Lamentations 3:37–58; Hebrews 4:1–16; Romans 8:1–11
“Since then we have a great high priest who has passed through the heavens, Jesus, the Son of God, let us hold fast our confession. For we have not a high priest who is unable to sympathize with our weaknesses, but one who in every respect has been tempted as we are, yet without sin. Let us then with confidence draw near to the throne of grace, that we may receive mercy and find grace to help in time of need” (Hebrews 4:1-16).
For many of us, this is indeed a time when we need to draw near to the throne of grace to receive mercy and find grace to help. We have now not only completed our Lenten journey, but we have walked with Jesus all the way to the cross, and witnessed Him buried in the tomb. And now, Holy Saturday leaves us feeling alone. Though we know what will come with the morning, still our hearts can be troubled.
But it is Jesus, the Son of God who has passed through the heavens, the once-for-all sacrifice who entered into the holy of holies, to pay the price, to make atonement for our sins, that we might approach the Father, not in fear but with confidence that the way to Him is open—not because of who we are, or what we have done or failed to do—but because Jesus Christ is our Great High Priest!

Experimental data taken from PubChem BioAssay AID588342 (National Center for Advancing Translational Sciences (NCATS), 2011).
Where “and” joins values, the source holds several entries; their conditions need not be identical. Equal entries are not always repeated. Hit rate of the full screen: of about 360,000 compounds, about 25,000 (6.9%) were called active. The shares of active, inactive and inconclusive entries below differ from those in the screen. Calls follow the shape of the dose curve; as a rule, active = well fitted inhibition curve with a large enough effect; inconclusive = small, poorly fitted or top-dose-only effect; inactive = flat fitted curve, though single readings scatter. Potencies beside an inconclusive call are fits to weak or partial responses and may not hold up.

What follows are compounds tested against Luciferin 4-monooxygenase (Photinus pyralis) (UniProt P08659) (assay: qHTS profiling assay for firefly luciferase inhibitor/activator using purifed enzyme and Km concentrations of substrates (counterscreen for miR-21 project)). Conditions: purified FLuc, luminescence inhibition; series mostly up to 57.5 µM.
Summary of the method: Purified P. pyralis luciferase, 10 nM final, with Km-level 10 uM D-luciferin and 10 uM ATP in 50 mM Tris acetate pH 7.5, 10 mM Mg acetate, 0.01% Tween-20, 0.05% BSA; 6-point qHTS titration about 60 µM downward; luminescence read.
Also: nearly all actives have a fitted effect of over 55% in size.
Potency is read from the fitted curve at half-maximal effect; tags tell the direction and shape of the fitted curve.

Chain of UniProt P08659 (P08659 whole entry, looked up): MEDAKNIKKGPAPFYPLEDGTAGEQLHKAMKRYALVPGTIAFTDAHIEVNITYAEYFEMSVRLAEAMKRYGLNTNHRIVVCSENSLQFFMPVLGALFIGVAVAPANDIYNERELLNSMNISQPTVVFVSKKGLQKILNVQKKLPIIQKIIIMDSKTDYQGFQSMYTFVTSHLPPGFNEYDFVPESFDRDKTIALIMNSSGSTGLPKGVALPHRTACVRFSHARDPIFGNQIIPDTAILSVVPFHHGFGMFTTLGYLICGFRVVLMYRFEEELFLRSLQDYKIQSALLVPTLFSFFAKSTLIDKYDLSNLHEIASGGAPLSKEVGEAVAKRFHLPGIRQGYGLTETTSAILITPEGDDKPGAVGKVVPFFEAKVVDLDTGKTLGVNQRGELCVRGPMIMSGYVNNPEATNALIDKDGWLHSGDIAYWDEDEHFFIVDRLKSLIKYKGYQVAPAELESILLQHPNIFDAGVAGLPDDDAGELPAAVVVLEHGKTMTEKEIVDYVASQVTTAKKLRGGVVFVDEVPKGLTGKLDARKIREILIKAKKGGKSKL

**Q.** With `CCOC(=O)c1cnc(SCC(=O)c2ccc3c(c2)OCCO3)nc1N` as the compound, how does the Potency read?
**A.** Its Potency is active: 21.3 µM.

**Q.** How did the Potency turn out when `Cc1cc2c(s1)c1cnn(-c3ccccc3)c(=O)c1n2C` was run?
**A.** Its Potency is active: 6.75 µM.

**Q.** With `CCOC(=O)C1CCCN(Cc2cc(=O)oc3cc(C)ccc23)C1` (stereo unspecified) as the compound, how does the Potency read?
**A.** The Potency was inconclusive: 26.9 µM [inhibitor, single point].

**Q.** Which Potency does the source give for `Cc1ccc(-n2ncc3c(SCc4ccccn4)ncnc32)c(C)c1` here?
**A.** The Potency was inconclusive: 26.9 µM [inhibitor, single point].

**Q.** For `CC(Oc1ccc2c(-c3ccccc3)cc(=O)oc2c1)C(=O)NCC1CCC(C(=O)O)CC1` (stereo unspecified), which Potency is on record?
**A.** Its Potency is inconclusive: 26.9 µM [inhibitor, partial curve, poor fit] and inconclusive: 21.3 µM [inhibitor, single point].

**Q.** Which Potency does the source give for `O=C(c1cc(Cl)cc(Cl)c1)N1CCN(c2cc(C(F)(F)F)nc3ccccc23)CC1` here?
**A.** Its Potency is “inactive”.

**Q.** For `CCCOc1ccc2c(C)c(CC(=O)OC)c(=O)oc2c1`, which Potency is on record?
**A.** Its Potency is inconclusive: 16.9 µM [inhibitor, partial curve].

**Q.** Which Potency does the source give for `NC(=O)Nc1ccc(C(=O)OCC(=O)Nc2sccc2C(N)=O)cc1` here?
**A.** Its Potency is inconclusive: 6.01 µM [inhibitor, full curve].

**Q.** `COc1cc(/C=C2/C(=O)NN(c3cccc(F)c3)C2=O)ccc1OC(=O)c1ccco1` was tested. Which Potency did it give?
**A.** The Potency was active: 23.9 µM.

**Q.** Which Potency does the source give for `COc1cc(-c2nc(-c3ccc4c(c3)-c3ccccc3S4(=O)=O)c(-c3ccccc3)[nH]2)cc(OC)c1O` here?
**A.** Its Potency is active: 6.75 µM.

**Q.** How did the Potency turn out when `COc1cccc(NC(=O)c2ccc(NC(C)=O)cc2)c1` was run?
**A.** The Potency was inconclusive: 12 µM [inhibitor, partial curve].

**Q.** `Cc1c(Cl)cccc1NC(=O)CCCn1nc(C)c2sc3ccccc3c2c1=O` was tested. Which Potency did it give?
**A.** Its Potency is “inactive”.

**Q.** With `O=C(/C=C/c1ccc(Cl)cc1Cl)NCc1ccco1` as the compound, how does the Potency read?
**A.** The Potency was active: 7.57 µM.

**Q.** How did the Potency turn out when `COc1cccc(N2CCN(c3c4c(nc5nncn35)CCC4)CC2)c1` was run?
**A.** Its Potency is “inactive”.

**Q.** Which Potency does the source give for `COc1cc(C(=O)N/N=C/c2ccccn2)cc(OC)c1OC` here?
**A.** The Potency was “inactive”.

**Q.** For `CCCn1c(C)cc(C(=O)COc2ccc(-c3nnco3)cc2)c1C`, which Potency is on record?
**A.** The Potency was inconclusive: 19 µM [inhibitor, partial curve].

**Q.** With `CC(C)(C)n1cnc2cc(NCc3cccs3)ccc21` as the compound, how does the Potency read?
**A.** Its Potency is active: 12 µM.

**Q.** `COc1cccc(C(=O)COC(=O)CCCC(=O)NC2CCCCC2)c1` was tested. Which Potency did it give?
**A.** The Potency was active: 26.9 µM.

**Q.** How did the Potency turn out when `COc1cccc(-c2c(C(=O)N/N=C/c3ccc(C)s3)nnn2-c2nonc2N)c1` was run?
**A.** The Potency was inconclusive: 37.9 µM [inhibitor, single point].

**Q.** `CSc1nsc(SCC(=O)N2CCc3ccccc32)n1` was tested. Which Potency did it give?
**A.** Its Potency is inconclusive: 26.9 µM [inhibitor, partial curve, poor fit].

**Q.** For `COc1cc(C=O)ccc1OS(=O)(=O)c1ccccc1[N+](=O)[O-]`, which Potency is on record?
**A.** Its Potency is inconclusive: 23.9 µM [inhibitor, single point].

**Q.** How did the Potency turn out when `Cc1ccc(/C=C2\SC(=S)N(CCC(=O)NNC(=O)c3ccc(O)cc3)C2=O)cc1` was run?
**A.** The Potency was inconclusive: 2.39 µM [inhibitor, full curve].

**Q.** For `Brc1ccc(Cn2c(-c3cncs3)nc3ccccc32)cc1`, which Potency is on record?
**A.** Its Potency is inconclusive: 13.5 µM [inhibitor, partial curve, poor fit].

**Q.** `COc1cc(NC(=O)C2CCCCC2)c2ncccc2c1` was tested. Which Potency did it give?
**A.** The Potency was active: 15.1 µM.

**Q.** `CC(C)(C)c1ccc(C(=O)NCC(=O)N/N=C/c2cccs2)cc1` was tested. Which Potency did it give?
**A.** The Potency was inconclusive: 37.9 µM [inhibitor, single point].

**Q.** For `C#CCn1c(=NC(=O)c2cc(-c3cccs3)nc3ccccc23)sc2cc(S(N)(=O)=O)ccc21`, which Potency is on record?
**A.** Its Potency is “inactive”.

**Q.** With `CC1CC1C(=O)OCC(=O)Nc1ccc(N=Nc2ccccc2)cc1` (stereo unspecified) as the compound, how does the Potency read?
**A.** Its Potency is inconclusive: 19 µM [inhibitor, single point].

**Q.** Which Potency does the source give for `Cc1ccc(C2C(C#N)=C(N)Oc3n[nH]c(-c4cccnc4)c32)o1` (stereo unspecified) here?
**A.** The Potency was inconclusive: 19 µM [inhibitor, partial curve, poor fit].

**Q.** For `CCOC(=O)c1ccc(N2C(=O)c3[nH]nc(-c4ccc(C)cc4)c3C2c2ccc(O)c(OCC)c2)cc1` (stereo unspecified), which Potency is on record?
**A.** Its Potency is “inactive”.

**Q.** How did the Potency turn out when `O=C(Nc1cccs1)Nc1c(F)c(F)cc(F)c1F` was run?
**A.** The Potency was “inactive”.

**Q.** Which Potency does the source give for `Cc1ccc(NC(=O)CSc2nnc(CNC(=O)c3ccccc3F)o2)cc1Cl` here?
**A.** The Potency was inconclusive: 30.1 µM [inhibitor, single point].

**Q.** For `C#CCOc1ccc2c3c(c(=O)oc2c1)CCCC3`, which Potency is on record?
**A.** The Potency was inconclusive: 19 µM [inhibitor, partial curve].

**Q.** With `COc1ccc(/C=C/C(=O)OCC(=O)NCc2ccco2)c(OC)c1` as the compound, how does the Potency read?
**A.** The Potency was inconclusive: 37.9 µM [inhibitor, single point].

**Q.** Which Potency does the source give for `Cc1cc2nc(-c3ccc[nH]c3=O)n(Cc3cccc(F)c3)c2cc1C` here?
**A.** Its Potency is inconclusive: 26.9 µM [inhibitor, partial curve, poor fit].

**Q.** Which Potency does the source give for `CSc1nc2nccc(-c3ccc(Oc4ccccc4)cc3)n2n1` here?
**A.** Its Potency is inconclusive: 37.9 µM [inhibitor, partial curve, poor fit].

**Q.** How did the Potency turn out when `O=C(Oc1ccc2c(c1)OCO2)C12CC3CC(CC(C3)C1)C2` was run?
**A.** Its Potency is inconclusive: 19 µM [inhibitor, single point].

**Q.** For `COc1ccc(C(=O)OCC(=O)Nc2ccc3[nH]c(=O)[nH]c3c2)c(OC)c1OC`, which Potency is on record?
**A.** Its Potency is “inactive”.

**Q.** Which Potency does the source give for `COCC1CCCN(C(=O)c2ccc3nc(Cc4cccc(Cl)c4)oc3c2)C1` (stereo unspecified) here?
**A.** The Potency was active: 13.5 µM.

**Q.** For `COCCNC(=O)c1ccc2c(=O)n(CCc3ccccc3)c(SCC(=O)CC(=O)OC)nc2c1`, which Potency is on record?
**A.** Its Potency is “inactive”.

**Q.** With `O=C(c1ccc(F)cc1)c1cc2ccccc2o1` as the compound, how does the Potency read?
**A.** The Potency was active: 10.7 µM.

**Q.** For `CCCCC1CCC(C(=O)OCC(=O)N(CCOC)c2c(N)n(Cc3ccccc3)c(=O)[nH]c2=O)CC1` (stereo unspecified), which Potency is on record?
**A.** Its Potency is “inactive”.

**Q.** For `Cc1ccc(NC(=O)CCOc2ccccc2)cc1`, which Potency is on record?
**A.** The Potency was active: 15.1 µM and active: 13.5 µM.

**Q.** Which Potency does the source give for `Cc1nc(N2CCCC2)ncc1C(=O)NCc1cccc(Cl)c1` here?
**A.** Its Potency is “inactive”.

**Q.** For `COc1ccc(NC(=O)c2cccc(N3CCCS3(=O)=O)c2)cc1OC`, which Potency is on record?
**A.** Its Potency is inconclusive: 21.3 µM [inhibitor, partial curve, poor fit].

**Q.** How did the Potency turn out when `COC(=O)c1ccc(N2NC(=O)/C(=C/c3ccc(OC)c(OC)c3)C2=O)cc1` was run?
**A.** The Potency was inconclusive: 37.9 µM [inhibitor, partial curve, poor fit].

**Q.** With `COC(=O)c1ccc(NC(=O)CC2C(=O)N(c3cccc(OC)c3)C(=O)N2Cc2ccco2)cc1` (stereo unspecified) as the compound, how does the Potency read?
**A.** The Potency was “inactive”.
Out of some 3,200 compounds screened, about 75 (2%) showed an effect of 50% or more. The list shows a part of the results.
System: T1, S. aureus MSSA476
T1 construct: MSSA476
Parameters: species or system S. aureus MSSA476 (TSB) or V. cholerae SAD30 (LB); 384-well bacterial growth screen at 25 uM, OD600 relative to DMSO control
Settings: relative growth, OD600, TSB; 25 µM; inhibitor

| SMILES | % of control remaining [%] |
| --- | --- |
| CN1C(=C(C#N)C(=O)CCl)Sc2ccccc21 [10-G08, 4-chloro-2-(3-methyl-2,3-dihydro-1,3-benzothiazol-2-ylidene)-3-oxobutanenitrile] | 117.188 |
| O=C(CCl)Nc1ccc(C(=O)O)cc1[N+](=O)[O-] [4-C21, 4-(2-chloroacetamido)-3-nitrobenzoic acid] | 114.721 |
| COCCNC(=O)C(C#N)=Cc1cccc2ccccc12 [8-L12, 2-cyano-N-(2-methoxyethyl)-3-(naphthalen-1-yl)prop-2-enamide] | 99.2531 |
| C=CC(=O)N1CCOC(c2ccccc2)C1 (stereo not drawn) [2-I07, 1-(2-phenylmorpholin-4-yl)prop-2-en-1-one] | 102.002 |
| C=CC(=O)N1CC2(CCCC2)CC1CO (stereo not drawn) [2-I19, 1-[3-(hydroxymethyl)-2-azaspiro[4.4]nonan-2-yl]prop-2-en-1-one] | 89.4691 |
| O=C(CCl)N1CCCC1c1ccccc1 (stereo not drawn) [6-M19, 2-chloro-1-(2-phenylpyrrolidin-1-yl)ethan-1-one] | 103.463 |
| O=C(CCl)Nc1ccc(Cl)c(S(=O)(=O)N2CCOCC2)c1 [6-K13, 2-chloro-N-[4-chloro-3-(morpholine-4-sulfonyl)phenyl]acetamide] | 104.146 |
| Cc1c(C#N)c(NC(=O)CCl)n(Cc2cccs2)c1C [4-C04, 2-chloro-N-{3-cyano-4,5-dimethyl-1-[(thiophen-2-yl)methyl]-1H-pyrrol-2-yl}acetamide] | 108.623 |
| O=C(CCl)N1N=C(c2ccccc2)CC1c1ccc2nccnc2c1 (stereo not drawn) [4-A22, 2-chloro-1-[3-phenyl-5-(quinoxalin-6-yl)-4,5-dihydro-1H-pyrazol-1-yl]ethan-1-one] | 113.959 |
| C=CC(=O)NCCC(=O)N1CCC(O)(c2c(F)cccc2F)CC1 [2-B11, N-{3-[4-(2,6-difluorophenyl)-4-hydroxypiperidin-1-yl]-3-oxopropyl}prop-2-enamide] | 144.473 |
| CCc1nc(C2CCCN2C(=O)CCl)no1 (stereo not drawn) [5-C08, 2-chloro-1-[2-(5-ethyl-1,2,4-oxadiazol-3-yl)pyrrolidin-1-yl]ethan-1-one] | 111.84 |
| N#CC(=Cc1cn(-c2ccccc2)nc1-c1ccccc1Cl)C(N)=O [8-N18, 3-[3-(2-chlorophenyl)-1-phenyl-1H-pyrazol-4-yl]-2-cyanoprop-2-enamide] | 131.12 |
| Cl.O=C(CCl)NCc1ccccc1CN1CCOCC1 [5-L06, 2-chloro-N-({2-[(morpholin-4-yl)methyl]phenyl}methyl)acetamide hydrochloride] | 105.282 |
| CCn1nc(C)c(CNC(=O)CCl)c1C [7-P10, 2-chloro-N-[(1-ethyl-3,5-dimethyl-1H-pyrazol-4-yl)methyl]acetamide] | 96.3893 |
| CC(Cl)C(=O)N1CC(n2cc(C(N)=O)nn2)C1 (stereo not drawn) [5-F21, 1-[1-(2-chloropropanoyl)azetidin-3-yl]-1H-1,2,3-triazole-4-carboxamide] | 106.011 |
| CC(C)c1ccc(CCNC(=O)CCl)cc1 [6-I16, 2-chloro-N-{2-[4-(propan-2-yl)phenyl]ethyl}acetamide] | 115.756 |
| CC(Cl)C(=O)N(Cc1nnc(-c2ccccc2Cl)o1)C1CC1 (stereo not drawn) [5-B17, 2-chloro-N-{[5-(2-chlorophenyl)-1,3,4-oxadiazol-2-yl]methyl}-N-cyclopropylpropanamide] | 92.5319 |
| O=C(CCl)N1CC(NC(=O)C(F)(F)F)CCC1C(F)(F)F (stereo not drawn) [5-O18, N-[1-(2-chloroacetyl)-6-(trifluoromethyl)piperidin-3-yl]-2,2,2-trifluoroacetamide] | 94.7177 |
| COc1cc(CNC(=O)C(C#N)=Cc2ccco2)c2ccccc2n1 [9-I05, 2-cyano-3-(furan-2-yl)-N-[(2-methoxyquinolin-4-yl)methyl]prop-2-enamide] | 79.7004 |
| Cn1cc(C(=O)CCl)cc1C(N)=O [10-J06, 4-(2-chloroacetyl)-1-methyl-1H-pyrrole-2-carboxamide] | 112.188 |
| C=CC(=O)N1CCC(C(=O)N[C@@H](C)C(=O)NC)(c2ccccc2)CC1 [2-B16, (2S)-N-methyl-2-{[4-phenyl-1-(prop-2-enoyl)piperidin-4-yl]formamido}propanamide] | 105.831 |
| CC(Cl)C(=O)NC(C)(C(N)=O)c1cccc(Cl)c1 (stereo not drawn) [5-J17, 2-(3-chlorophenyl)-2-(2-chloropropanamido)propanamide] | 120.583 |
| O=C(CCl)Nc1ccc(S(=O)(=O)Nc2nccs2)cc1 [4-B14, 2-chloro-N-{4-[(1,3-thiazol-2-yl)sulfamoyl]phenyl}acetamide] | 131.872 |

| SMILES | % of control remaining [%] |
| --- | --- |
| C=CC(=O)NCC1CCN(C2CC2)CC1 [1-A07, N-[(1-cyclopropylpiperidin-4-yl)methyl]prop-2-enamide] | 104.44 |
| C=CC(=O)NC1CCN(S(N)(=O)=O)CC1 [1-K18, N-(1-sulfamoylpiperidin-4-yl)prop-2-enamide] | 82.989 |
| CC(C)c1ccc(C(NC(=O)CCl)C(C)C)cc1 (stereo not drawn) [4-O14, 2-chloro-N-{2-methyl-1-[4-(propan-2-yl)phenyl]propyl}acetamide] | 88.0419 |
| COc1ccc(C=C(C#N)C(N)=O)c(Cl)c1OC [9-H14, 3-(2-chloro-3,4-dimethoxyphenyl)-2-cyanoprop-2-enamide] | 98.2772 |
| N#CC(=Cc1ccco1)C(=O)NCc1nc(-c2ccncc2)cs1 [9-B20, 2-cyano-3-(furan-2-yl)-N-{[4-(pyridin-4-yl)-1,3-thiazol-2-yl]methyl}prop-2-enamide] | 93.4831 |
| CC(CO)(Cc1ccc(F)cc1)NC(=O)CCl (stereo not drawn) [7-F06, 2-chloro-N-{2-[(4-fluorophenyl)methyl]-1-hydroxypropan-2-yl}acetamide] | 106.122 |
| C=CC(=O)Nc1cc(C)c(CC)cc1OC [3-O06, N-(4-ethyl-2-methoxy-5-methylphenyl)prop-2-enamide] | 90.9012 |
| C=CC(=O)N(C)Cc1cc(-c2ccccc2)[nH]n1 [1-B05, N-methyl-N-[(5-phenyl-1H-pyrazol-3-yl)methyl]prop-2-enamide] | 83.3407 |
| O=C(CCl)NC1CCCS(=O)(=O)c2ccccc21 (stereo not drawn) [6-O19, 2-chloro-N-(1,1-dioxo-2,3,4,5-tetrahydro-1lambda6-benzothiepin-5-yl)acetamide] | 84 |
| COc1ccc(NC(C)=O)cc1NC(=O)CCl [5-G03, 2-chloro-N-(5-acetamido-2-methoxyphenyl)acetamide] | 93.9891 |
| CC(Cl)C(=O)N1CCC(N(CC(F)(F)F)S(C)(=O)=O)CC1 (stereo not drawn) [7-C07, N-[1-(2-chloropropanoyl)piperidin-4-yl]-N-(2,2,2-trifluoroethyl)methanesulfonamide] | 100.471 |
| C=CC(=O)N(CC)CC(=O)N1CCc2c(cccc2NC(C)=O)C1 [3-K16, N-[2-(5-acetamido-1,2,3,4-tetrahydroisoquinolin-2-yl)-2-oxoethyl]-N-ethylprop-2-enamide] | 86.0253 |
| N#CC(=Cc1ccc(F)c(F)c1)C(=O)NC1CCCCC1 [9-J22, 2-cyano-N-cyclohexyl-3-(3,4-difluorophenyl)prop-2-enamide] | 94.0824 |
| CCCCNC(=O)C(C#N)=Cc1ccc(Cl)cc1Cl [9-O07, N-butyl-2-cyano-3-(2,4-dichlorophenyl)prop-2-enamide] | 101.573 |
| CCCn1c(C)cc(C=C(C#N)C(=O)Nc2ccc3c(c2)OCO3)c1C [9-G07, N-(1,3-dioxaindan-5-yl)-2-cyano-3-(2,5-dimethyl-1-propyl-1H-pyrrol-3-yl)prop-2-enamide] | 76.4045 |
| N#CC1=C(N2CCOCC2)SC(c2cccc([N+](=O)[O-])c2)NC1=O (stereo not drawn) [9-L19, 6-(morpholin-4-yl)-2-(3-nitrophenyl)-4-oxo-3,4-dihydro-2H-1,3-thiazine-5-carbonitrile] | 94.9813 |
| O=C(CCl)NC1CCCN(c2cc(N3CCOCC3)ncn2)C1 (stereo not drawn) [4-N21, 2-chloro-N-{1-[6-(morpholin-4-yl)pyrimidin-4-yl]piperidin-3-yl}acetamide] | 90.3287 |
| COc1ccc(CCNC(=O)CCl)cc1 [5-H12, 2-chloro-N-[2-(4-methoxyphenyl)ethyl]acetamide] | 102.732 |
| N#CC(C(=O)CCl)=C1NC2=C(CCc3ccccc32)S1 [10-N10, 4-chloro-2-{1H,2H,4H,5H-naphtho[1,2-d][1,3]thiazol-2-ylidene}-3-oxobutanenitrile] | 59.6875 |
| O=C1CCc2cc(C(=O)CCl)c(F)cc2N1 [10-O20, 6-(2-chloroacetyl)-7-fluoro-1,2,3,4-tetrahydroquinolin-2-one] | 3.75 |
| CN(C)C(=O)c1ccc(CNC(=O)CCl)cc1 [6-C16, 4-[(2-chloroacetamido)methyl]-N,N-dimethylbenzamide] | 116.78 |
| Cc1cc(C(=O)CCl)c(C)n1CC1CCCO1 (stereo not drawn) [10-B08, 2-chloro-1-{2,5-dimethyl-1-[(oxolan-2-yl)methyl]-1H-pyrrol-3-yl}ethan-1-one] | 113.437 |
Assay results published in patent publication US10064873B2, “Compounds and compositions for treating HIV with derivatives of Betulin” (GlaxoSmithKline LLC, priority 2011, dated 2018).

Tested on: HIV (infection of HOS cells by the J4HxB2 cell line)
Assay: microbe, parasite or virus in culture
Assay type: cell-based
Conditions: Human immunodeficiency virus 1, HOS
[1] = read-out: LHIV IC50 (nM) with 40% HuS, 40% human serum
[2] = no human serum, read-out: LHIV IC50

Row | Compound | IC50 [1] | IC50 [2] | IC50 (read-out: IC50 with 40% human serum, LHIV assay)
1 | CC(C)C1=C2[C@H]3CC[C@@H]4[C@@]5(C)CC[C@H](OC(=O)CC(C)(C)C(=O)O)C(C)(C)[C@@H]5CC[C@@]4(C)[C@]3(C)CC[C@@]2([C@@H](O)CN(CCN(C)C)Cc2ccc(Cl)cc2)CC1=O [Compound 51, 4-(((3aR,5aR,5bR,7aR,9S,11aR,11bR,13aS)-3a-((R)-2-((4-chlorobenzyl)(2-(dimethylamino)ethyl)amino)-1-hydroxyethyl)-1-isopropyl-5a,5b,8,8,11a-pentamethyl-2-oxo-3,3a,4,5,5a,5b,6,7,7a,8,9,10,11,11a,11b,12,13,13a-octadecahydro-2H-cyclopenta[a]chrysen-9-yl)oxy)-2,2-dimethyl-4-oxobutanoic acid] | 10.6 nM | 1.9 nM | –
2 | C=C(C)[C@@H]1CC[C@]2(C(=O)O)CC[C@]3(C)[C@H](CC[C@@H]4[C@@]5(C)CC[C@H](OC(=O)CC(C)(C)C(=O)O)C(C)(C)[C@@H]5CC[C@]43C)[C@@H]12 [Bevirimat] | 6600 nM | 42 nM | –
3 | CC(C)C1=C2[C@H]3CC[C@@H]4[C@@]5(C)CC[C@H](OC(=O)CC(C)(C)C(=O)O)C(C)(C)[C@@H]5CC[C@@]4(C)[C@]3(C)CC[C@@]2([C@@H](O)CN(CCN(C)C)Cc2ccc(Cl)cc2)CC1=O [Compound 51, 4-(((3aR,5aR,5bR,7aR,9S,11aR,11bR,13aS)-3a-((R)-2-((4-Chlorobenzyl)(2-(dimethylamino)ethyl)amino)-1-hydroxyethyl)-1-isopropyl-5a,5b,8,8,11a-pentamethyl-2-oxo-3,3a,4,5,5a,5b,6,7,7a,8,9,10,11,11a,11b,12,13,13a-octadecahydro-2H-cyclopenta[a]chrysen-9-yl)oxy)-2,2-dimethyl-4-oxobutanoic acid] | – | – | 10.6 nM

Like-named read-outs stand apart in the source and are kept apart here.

Now sin and death have been overcome by the one who has been tempted as we are, yet remained without sin. Now we can draw near to the throne of grace because our Great High Priest has made sacrifice for us. Now we need no longer fear God, or death, or hell, for Jesus Christ has opened the way to heaven for us.
While our joy may be restrained for one more day, we know what’s coming. We know that resurrection and new life come with the new day!
Prayer: Lord God, on this day when our Lord’s body lay in the tomb, give us time for rest and reflection, silence and prayer, that the full meaning of our redemption will settle upon our hearts and minds, as we prepare to celebrate the Easter feast; through Christ our Lord. Amen.
Ashes to Easter is written by the Rev. Dr. David Wendel.
For more information, please refer to the Introduction to the Lenten Devotional Booklet.